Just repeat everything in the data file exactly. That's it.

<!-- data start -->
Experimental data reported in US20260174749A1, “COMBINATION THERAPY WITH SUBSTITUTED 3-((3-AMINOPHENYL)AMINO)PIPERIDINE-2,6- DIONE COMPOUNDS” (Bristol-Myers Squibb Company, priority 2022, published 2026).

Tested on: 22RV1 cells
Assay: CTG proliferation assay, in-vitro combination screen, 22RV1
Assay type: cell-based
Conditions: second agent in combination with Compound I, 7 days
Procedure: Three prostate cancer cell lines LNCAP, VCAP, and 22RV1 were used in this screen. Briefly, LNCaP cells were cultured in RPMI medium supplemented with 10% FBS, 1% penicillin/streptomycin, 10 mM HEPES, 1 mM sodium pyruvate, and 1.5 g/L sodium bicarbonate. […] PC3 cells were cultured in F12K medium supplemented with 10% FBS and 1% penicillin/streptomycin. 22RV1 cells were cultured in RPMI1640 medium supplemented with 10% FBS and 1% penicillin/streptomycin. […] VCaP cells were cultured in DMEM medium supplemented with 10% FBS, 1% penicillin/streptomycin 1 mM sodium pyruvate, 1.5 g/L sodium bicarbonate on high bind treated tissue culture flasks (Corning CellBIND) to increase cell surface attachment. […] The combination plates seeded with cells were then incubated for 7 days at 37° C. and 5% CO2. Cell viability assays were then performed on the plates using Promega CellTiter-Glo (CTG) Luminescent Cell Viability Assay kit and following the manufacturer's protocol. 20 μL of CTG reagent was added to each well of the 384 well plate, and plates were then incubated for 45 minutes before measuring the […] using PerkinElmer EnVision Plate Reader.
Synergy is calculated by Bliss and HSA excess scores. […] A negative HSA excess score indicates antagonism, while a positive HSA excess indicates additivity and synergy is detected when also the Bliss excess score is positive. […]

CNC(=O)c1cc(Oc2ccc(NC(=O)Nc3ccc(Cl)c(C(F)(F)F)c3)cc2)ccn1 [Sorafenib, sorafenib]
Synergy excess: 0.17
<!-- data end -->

Experimental data reported in US20260174749A1, “COMBINATION THERAPY WITH SUBSTITUTED 3-((3-AMINOPHENYL)AMINO)PIPERIDINE-2,6- DIONE COMPOUNDS” (Bristol-Myers Squibb Company, priority 2022, published 2026).

Tested on: 22RV1 cells
Assay: CTG proliferation assay, in-vitro combination screen, 22RV1
Assay type: cell-based
Conditions: second agent in combination with Compound I, 7 days
Procedure: Three prostate cancer cell lines LNCAP, VCAP, and 22RV1 were used in this screen. Briefly, LNCaP cells were cultured in RPMI medium supplemented with 10% FBS, 1% penicillin/streptomycin, 10 mM HEPES, 1 mM sodium pyruvate, and 1.5 g/L sodium bicarbonate. […] PC3 cells were cultured in F12K medium supplemented with 10% FBS and 1% penicillin/streptomycin. 22RV1 cells were cultured in RPMI1640 medium supplemented with 10% FBS and 1% penicillin/streptomycin. […] VCaP cells were cultured in DMEM medium supplemented with 10% FBS, 1% penicillin/streptomycin 1 mM sodium pyruvate, 1.5 g/L sodium bicarbonate on high bind treated tissue culture flasks (Corning CellBIND) to increase cell surface attachment. […] The combination plates seeded with cells were then incubated for 7 days at 37° C. and 5% CO2. Cell viability assays were then performed on the plates using Promega CellTiter-Glo (CTG) Luminescent Cell Viability Assay kit and following the manufacturer's protocol. 20 μL of CTG reagent was added to each well of the 384 well plate, and plates were then incubated for 45 minutes before measuring the […] using PerkinElmer EnVision Plate Reader.
Synergy is calculated by Bliss and HSA excess scores. […] A negative HSA excess score indicates antagonism, while a positive HSA excess indicates additivity and synergy is detected when also the Bliss excess score is positive. […]

CNC(=O)c1cc(Oc2ccc(NC(=O)Nc3ccc(Cl)c(C(F)(F)F)c3)cc2)ccn1 [Sorafenib, sorafenib]
Synergy excess: 0.17